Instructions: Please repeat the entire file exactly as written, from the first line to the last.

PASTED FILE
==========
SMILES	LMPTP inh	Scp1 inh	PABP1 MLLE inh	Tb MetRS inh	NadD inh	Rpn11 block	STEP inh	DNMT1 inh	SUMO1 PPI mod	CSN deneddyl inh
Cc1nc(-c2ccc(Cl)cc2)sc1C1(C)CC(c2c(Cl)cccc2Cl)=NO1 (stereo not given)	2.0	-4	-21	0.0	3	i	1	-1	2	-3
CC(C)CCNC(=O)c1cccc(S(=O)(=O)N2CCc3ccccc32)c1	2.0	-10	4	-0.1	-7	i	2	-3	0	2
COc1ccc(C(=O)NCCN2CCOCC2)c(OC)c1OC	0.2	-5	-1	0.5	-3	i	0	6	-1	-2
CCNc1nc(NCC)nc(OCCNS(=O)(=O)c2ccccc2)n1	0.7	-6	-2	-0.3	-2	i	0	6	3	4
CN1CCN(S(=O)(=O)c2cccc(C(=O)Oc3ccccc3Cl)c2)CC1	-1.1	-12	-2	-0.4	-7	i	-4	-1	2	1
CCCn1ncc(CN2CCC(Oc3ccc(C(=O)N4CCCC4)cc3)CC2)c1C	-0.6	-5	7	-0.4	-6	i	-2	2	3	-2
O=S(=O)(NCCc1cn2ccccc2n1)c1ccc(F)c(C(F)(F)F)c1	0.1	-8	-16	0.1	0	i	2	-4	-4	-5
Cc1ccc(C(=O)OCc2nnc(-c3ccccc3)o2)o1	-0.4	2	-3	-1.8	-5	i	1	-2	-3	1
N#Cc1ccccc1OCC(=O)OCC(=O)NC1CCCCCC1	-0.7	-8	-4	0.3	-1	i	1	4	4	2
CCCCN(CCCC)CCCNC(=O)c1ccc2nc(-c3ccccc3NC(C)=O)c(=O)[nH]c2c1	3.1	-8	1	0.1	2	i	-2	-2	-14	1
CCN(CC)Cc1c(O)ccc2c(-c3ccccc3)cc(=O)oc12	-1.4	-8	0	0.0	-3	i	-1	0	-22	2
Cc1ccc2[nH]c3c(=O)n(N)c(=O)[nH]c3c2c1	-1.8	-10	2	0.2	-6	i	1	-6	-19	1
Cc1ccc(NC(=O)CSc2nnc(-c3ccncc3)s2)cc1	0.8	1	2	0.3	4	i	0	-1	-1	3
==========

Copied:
SMILES	LMPTP inh	Scp1 inh	PABP1 MLLE inh	Tb MetRS inh	NadD inh	Rpn11 block	STEP inh	DNMT1 inh	SUMO1 PPI mod	CSN deneddyl inh
Cc1nc(-c2ccc(Cl)cc2)sc1C1(C)CC(c2c(Cl)cccc2Cl)=NO1 (stereo not given)	2.0	-4	-21	0.0	3	i	1	-1	2	-3
CC(C)CCNC(=O)c1cccc(S(=O)(=O)N2CCc3ccccc32)c1	2.0	-10	4	-0.1	-7	i	2	-3	0	2
COc1ccc(C(=O)NCCN2CCOCC2)c(OC)c1OC	0.2	-5	-1	0.5	-3	i	0	6	-1	-2
CCNc1nc(NCC)nc(OCCNS(=O)(=O)c2ccccc2)n1	0.7	-6	-2	-0.3	-2	i	0	6	3	4
CN1CCN(S(=O)(=O)c2cccc(C(=O)Oc3ccccc3Cl)c2)CC1	-1.1	-12	-2	-0.4	-7	i	-4	-1	2	1
CCCn1ncc(CN2CCC(Oc3ccc(C(=O)N4CCCC4)cc3)CC2)c1C	-0.6	-5	7	-0.4	-6	i	-2	2	3	-2
O=S(=O)(NCCc1cn2ccccc2n1)c1ccc(F)c(C(F)(F)F)c1	0.1	-8	-16	0.1	0	i	2	-4	-4	-5
Cc1ccc(C(=O)OCc2nnc(-c3ccccc3)o2)o1	-0.4	2	-3	-1.8	-5	i	1	-2	-3	1
N#Cc1ccccc1OCC(=O)OCC(=O)NC1CCCCCC1	-0.7	-8	-4	0.3	-1	i	1	4	4	2
CCCCN(CCCC)CCCNC(=O)c1ccc2nc(-c3ccccc3NC(C)=O)c(=O)[nH]c2c1	3.1	-8	1	0.1	2	i	-2	-2	-14	1
CCN(CC)Cc1c(O)ccc2c(-c3ccccc3)cc(=O)oc12	-1.4	-8	0	0.0	-3	i	-1	0	-22	2
Cc1ccc2[nH]c3c(=O)n(N)c(=O)[nH]c3c2c1	-1.8	-10	2	0.2	-6	i	1	-6	-19	1
Cc1ccc(NC(=O)CSc2nnc(-c3ccncc3)s2)cc1	0.8	1	2	0.3	4	i	0	-1	-1	3